Monday, February 10, 2014

Whose Marriage Is It, Anyway?

"Marriage is the right of the individual. It is not the right of the state."
~ Theodore Olson

On February 4, 2014, the day after Utah filed its opening brief in the Kitchen v Herbert case with the 10th Circuit Court of Appeals, a hearing was held in a federal district courtroom in Virginia. Oral arguments were heard as to whether or not Virginia's ban on same-sex marriage is constitutional. Ted Olson - who played a pivotal role in arguing the Prop 8 case from federal district court all the way to the Supreme Court - argued on behalf of the plaintiffs.

As I read a transcript of Mr. Olson's argument, I was electrified by these passages that touched on something that had deeply troubled me about Utah's arguments in our own same-sex marriage legal battle:
"[Marriage] is the right of the individual. It is not the right of the state. That is the country that we live in. We have rights as individuals which are fundamental and cannot be taken away." [at p. 6, emphasis added] 
"The State wants to have marriage for people of opposite sexes so that they will channel their sexual activity into the institution of marriage. But there's two points with respect to that. It's not the state's right to impose a restriction on marriage because it wants to accomplish some social objective. The state could decide tomorrow we don't want procreation or we don't care about responsible procreation and change the rules. No because it's an individual right. It goes to the heart of who the individual is, their liberty, spirituality, and so forth" [at p. 9, emphasis added].
What had deeply troubled me about Utah's argument, as reflected in both its (multiple) applications for a stay of Judge Shelby's ruling as well as in its opening brief in support of its appeal of that ruling, is that it is ultimately based on the proposition that it - the State - has a right to promote a particular kind of marriage and family unit and that this right trumps an individual's right to marry.

At the time, I thought, "Do we as citizens exist for the benefit of the state, or does the state exist for the benefit of its citizens?" More to the point, "Does marriage exist for the state, or the state for marriage." Ted Olson's words articulated the response to these questions.

After reading the transcript of the oral arguments, I read the plaintiffs' briefs filed in the Virginia case, in which Olson and his team of lawyers wrote the following (in their second brief) with respect to these issues:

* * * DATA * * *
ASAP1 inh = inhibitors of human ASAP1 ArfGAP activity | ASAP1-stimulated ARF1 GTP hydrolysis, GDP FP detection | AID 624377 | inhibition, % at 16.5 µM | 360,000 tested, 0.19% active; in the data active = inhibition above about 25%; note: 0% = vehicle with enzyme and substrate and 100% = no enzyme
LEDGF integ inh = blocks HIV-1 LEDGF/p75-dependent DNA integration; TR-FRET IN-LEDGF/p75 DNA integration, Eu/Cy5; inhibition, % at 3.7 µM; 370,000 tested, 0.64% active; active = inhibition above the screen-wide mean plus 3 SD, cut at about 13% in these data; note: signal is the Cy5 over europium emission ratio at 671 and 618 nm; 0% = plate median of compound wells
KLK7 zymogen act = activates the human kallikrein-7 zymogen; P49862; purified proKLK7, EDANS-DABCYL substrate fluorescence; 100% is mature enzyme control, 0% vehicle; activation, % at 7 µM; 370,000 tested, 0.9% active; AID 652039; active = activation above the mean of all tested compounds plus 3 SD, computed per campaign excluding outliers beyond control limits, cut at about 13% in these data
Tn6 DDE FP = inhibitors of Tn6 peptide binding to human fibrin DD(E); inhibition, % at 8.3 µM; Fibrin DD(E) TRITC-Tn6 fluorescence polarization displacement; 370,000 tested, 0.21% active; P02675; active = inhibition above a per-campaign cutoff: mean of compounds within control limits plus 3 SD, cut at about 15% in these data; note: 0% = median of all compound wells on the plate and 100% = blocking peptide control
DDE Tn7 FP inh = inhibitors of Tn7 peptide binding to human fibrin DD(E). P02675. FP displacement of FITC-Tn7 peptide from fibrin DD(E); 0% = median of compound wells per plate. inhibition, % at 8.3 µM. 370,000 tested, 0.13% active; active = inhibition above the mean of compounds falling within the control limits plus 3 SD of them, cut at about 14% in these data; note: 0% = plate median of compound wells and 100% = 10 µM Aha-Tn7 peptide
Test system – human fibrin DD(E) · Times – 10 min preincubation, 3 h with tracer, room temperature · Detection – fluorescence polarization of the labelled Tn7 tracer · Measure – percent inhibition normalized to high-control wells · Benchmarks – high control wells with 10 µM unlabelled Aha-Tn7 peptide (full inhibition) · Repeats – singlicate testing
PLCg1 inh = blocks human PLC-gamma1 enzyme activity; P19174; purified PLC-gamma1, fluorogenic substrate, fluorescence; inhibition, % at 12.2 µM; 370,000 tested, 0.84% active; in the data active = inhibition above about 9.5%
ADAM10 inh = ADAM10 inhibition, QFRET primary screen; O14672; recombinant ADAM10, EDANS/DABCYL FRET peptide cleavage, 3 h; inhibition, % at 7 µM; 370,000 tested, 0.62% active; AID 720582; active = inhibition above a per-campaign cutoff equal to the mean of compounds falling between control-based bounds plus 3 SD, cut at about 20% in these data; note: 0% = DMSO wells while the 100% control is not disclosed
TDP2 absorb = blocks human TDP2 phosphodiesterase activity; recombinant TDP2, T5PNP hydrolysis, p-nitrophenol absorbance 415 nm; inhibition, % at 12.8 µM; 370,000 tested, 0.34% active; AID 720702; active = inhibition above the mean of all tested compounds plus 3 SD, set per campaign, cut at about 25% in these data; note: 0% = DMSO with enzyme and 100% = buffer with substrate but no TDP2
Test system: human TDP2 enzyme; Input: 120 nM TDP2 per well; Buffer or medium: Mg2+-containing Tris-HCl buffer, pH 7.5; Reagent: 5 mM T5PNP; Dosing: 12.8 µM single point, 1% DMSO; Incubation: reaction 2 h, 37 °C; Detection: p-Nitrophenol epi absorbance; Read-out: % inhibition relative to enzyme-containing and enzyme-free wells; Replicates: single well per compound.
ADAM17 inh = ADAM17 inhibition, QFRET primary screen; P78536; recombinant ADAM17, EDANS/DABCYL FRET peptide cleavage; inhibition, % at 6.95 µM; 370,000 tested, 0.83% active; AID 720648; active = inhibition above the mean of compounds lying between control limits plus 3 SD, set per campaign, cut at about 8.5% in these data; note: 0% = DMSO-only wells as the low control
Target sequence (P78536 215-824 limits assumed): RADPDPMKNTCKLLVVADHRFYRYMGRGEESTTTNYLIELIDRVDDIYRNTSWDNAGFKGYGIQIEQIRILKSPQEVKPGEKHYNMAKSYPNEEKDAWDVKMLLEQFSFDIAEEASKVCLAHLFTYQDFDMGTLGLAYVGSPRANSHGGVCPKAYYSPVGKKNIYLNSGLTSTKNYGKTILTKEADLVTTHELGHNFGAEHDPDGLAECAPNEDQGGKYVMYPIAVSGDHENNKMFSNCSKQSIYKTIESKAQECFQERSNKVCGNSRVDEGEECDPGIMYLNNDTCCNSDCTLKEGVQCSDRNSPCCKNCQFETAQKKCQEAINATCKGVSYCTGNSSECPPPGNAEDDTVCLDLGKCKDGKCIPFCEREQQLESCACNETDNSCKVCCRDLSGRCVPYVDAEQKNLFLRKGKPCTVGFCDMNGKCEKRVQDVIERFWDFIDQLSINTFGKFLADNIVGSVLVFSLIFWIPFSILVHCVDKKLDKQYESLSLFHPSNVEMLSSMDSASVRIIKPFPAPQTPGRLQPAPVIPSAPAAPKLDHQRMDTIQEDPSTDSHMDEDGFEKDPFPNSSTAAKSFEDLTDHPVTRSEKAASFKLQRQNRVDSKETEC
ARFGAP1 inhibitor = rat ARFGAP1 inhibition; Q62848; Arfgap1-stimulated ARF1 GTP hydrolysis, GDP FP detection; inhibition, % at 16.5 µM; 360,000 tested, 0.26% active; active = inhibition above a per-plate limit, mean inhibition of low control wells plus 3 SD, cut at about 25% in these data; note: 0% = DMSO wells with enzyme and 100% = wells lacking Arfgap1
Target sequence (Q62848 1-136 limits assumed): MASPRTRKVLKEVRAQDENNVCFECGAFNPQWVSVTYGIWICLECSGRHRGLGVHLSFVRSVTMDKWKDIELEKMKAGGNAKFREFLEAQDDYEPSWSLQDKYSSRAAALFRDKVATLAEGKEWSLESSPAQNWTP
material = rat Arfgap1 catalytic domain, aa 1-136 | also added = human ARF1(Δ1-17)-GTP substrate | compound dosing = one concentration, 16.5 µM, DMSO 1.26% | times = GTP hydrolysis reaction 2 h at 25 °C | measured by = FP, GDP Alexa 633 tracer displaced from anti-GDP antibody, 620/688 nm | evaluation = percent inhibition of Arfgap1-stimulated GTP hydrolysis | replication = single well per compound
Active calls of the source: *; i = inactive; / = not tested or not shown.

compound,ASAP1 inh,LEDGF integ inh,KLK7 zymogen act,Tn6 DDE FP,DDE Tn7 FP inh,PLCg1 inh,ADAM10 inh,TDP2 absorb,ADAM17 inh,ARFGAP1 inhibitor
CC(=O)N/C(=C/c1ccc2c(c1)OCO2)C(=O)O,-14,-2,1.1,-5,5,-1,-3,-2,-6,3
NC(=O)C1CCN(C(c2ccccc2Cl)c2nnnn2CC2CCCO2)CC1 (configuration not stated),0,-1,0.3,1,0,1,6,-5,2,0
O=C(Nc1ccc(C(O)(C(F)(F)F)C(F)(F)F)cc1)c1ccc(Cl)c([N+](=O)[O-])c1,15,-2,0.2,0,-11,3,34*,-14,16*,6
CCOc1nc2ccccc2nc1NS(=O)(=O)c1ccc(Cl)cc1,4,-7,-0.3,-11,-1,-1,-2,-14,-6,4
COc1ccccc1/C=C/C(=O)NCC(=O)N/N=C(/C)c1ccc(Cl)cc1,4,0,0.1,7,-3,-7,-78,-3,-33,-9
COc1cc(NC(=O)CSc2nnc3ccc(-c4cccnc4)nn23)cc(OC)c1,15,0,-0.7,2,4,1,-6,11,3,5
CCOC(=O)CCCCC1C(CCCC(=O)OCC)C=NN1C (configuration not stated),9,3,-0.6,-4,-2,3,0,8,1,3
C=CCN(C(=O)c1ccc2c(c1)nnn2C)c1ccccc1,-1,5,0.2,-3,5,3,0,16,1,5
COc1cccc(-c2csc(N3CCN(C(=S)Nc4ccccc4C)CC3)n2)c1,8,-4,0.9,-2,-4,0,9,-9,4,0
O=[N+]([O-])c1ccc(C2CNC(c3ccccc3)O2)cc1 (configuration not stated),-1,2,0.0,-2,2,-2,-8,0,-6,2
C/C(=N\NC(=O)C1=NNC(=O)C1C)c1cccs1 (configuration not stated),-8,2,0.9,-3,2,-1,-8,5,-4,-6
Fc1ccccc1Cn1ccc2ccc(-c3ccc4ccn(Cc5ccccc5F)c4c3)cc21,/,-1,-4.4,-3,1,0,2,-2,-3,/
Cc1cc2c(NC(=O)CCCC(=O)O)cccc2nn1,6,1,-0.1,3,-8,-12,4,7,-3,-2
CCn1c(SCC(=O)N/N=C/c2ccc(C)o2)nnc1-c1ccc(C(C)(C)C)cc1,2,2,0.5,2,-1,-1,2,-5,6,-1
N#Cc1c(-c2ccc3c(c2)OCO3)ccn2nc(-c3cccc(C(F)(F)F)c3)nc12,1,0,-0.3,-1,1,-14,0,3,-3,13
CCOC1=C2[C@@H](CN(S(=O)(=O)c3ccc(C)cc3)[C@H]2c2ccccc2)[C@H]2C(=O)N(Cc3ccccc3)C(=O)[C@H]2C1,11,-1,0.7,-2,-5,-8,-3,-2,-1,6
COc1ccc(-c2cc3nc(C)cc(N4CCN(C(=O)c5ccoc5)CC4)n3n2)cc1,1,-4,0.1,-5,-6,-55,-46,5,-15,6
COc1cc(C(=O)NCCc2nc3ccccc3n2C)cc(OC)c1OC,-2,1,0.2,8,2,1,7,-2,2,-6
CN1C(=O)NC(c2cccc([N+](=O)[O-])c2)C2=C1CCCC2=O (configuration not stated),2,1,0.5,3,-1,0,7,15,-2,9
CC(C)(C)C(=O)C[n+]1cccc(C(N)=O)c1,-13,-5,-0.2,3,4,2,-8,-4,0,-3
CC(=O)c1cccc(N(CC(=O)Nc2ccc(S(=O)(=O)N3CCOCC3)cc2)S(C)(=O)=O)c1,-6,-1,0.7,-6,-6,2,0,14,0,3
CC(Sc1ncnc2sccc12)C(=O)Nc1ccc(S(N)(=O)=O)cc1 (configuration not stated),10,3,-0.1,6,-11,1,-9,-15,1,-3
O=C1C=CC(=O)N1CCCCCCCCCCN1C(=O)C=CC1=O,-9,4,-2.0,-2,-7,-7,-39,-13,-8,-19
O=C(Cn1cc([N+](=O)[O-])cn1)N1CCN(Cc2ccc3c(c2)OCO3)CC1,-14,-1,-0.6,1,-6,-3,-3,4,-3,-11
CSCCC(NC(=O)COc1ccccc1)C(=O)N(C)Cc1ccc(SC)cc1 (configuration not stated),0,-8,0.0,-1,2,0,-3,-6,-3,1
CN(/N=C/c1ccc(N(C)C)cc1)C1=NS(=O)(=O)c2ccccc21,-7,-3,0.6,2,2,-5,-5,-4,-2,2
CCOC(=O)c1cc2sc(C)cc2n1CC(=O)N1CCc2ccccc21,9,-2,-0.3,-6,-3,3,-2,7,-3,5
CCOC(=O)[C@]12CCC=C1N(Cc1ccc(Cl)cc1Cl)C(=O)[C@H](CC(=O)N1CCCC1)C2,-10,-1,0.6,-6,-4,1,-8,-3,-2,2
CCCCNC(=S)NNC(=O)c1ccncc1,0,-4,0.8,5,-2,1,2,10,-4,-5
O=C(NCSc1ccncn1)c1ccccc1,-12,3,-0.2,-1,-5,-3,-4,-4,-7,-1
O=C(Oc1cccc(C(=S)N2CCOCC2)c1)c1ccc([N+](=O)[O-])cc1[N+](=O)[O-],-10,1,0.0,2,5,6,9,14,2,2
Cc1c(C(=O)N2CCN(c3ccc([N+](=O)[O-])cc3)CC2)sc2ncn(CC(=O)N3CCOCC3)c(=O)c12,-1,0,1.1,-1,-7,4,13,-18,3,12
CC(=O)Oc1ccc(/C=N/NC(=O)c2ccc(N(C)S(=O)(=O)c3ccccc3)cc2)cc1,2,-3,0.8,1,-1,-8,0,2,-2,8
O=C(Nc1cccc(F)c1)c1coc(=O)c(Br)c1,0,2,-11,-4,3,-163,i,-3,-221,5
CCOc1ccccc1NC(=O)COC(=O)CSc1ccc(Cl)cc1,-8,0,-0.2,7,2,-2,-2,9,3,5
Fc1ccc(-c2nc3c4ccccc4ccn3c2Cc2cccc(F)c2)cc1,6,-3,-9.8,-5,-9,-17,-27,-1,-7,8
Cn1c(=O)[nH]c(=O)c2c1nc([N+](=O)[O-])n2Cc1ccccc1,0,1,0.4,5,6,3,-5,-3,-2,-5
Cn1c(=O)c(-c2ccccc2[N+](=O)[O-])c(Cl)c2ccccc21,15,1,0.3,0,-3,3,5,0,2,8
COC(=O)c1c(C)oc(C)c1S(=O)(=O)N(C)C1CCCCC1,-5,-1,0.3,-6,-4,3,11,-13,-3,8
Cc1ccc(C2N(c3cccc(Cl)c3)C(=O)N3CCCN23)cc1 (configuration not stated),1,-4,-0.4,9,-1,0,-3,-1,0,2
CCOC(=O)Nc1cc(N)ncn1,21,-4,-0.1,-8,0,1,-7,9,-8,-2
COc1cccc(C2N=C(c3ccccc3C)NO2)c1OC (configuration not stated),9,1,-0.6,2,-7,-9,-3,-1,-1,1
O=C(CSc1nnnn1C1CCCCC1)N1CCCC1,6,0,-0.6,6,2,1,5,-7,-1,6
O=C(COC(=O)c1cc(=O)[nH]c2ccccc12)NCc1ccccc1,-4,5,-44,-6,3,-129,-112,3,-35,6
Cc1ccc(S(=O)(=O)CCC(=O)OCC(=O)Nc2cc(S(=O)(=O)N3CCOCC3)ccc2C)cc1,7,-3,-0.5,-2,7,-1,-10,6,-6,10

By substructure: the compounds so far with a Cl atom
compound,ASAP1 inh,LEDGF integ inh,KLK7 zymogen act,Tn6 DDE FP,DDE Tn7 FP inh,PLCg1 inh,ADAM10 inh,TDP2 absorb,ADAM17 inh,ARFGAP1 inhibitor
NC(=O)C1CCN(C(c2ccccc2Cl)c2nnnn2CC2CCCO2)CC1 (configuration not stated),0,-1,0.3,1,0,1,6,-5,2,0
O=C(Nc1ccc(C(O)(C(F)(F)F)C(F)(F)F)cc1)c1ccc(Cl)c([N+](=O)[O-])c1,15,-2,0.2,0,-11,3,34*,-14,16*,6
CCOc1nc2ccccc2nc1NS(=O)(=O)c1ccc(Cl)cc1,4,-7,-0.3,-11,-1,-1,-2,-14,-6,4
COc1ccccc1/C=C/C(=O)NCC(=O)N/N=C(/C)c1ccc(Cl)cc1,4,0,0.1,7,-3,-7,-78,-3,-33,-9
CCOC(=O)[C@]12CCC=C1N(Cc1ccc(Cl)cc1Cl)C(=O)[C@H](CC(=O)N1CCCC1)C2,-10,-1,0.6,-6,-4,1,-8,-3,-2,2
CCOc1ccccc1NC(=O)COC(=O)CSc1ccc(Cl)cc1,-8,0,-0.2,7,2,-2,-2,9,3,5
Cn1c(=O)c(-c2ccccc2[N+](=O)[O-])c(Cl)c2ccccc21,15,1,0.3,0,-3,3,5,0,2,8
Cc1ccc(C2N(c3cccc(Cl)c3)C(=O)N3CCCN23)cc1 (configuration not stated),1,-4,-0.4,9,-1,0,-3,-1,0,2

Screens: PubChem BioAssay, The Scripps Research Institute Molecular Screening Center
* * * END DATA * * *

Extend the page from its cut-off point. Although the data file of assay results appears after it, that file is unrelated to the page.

"If marriage exists solely to serve society’s interest, as Defendants argue, it makes no sense to speak of an individual’s right to marry" [at p. 1]. 
"There is only one fundamental “right to marry.” It is a liberty of association that fosters “a coming together for better or for worse, hopefully enduring, and intimate to the degree of being sacred.” Griswold v. Connecticut, 381 U.S. 479, 486 (1965). It is safeguarded by the Constitution not to promote “causes,” “political faiths,” or “social projects,” but instead “a way of life,” “a harmony in living,” and “a bilateral loyalty.” Id. It is a right to which everyone—including gay men and lesbians—is entitled" [at p. 8].
I then went back and re-visited Judge Shelby's ruling and read the following passages with additional insight:
"[T]he [US Supreme] Court’s decision in Griswold v. Connecticut, in which the Court struck down a Connecticut law that prohibited the use of contraceptives, established that the right to marry is intertwined with an individual’s right of privacy. The Court observed: 'We deal with a right of privacy older than the Bill of Rights—older than our political parties, older than our school system. Marriage is a coming together for better or for worse, hopefully enduring, and intimate to the degree of being sacred. It is an association that promotes a way of life, not causes; a harmony in living, not political faiths; a bilateral loyalty, not commercial or social projects. Yet it is an association for as noble a purpose as any involved in our prior decisions.' 
"In Planned Parenthood of Southeastern Pennsylvania v. Casey, the [Supreme] Court emphasized the high degree of constitutional protection afforded to an individual’s personal choices about marriage and other intimate decisions: 'These matters, involving the most intimate and personal choices a person may make in a lifetime, choices central to personal dignity and autonomy, are central to the liberty protected by the Fourteenth Amendment. At the heart of liberty is the right to define one’s own concept of existence, of meaning, of the universe, and of the mystery of human life. Beliefs about these matters could not define the attributes of personhood were they formed under compulsion of the State.'"
There are many legal challenges going on right now in various states across the country. Utah is not alone in basing its argument against marriage equality on not only "states rights" but, more importantly, on a state's right to do precisely what the Supreme Court in Griswold said it could not do - use marriage to promote "causes," "political faiths," and "social projects."

It is ironic that, in a state that is considered to be one of the most conservative in the nation, a state whose citizens typically pride themselves on their staunch defense of personal liberty, Utah's government is insisting that its citizens do not have the right to enjoy "the heart of liberty," a "liberty projected by the Fourteenth Amendment": the right to define one’s own concept of existence, of meaning, of the universe, and of the mystery of human life" without being subject to the "compulsion of the state." 

No comments:

Post a Comment